It's a matter of 'take your pick'. I guess I'm neither right nor wrong. Just expressing my opinion   .
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Andres Bonilla
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« Reply #31 on: August 21, 2006, 12:23:26 AM »
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Ray very interesting and different ponit of view, I am glad you took the time to evaluate the image at this lenght. I have also learned very different workflows.. ".4..Create a folder in the layers pallete, add both the duplicated background and curve layer into the folder and then set blending mode of the folder to luminosity."
That is something new for me.
Personally, I have now decided to also clone out the 2 concrete bricks by the entrance of the shack.

Thanks,

Andres
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John Sheehy
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« Reply #32 on: August 21, 2006, 03:59:22 PM »
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but over all, John's rendition seems to have captured all the nuances, subtle shades and detail more faithfully across the entire image.

I would like to note that this was done without any double/blended conversions of any sort, just the channel mixer adding/subtracting the three RW color channels, and a simple curve applied (one point pulled to the upper left).  I've never been a fan of multiple conversions, although I see the use for multiple captures.

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It's a matter of 'take your pick'. I guess I'm neither right nor wrong. Just expressing my opinion   .
[a href=\"index.php?act=findpost&pid=73975\"][{POST_SNAPBACK}][/a]

It would be nice to have a program that took the RAW file and made an animated version of the image that faded through all kinds of tonal interpretations; a living image.
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Ray
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« Reply #33 on: August 21, 2006, 09:38:36 PM »
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It would be nice to have a program that took the RAW file and made an animated version of the image that faded through all kinds of tonal interpretations; a living image.
[a href=\"index.php?act=findpost&pid=74023\"][{POST_SNAPBACK}][/a]

And you just click 'stop' when you see the tonal interpretation you like most   .

I'd be worried here about the total number of possible permutations that are visually distinct. In a sense, we already have an animation of tonal changes as we move the sliders in Photoshop's Shadow/Highlight adjustment tools, or play around with curves adjustments.

The problem as I see it, results from the fact the eye has an almost instant iris adjustment mechanism (aperture control) which adjusts to the lighting conditions in any portion of a scene we happen to be directly looking at. A bright spot in the scene might contain detail we can see clearly, when our attention is directed towards it. But the camera shot, with a fixed aperture, will blow the detail. Likewise, our pupils dilate when our gaze is directed towards a shadow area in the scene to be photographed, and such shadows will probably contain more visible detail than the camera can capture with its fixed aperture.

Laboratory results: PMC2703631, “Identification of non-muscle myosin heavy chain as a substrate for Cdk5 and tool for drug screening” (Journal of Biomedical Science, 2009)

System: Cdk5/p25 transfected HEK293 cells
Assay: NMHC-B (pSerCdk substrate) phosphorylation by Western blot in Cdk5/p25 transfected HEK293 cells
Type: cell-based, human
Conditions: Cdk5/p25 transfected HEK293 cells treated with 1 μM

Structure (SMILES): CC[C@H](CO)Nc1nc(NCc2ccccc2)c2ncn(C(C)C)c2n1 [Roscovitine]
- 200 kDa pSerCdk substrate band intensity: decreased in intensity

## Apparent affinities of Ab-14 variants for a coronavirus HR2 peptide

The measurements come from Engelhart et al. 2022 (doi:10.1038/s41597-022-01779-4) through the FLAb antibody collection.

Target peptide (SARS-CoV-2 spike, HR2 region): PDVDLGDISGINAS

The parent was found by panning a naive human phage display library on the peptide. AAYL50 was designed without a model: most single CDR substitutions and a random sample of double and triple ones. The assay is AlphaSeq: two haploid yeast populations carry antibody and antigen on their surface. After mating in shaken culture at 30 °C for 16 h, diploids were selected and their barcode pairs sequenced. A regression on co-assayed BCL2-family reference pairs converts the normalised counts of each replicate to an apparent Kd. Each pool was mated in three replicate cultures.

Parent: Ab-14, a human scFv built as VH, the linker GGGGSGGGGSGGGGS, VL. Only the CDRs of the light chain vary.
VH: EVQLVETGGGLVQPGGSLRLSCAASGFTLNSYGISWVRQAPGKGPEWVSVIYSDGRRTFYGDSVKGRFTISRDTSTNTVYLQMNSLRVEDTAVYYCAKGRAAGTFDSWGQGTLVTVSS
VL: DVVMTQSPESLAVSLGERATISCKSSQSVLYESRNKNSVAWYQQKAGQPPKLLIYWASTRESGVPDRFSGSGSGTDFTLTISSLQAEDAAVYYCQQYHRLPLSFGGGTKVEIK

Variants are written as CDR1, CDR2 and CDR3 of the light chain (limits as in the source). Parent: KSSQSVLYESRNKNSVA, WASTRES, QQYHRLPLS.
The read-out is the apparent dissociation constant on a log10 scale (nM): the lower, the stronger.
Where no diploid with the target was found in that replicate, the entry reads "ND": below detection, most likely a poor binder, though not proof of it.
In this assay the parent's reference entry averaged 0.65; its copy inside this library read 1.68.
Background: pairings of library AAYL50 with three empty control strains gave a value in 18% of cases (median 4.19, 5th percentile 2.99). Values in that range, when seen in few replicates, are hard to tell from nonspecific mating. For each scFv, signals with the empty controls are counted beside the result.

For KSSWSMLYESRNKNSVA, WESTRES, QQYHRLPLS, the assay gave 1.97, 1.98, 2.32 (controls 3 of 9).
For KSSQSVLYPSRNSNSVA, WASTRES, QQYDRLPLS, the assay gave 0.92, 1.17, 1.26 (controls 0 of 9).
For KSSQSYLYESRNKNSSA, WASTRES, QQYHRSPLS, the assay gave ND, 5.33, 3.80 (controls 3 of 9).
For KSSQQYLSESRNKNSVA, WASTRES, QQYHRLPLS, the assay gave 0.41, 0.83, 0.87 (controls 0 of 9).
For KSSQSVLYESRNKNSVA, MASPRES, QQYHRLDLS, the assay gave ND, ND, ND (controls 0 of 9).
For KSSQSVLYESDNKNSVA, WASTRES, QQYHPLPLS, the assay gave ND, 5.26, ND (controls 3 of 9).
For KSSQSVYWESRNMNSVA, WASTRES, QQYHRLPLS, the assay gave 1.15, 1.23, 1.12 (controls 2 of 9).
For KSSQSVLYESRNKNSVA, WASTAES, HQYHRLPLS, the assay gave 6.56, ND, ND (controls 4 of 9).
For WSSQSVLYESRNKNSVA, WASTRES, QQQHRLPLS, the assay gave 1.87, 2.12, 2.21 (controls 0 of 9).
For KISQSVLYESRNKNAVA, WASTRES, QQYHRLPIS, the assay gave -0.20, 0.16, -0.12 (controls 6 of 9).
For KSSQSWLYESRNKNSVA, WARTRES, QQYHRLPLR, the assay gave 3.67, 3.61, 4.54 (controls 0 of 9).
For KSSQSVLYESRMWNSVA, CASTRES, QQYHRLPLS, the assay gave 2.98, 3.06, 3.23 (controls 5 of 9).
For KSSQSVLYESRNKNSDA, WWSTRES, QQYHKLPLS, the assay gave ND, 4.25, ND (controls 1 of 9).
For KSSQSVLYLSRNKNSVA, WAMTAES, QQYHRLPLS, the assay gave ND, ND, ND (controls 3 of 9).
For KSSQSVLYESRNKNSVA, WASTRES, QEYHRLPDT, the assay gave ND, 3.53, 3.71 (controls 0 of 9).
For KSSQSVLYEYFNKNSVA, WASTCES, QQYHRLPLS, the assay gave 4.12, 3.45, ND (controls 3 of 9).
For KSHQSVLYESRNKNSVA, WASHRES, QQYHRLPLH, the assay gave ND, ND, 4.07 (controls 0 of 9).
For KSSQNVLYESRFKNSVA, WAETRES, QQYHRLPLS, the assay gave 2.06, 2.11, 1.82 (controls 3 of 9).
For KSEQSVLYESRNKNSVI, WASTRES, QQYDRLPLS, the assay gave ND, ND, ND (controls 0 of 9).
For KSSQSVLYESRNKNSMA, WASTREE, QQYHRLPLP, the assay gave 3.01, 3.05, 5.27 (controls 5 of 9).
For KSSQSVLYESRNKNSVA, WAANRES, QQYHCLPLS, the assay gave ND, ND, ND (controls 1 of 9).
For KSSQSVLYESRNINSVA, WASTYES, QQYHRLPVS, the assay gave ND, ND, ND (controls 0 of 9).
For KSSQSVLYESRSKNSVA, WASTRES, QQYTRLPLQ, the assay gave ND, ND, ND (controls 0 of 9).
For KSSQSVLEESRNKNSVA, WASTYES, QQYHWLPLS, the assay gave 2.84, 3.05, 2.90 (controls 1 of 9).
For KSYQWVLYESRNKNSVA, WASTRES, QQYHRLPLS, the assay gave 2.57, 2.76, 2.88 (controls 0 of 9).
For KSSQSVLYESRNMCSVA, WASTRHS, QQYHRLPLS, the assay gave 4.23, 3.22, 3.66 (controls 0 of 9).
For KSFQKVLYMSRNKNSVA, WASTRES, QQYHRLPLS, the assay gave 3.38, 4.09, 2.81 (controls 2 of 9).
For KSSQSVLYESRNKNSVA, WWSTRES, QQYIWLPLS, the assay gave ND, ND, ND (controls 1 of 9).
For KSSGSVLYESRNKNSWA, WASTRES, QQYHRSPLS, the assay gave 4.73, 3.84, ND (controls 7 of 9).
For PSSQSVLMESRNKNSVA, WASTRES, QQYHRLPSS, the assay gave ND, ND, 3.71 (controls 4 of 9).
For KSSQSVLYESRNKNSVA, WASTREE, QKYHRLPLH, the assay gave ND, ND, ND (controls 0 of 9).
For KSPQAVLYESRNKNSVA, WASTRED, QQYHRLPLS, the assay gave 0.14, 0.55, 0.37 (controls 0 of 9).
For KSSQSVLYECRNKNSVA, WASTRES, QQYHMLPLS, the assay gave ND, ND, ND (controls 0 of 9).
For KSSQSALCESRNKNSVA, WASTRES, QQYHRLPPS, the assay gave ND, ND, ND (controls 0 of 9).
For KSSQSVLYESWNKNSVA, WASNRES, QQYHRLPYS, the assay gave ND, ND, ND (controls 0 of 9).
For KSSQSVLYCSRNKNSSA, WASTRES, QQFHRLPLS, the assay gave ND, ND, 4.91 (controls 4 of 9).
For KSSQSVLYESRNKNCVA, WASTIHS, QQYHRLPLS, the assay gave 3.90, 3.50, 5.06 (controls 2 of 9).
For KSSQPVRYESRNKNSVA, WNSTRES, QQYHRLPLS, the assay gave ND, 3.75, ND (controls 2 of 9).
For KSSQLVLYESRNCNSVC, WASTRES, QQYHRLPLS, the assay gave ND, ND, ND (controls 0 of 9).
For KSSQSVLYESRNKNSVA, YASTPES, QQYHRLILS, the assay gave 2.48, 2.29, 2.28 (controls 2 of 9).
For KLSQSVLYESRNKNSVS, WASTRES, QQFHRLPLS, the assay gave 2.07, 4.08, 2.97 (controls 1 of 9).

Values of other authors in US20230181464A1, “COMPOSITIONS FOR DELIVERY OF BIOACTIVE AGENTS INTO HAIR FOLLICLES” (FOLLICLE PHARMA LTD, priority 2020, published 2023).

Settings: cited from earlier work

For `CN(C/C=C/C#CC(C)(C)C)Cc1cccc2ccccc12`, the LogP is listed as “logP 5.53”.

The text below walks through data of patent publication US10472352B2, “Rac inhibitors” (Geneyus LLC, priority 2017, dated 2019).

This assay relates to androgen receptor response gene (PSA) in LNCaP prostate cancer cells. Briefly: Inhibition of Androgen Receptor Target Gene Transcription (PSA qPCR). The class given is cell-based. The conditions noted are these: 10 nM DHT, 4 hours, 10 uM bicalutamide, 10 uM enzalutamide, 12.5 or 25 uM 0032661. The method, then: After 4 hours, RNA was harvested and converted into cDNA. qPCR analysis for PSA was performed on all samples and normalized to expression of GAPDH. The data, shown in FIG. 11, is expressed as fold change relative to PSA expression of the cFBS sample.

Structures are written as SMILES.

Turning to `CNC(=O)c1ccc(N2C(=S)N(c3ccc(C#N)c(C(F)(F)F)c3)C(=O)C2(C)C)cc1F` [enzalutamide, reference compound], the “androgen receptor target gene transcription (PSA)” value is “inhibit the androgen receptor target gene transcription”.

Even if we take bracketed exposures on a tripod to make sure we capture everything the eye saw, there's still the problem of adjusting the relative tonalities and contrast, after blending the images, to recreate the 'impression' or 'emotion' of the captured scene.

And this, I guess, is where the 'art' comes in.
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larkvi
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« Reply #34 on: August 22, 2006, 07:29:09 PM »
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I thought I would offer another interpretation of the image. Something of an infrared look, I suppose--I really wanted to darken the sky, and control the highlights on the surrounding rocks in order to bring out the hut. If interested, you may find a larger version here--I think it shows some of the changes better.

In Lightroom:

Color Temp: 5500K, Tint: +4, Blacks: 9
Tone Curve: Compression 62, Luminance -37, Brightness 44, Contrast 27, Compression -65, Luminance -27
This curve brightens the mid-tones, which lowers the contrast between the highlights on the rocks and makes the light look less harsh, while maintaining the shadows.

I cropped it to get rid of the viewing platform--the only element I really wanted on the left was the shadow in the wall next to the hut--I really wanted to show the hut, rocks, sky, and clouds in the crop, and each, in a sense, has a side of this image.

I still find the image to be a little harsh, so I decide to split tone it, cooling the shadows and warming the highlights very slightly: Highlights: Hue 55, Sat 34 ; Shadows: Hue 242, Sat 25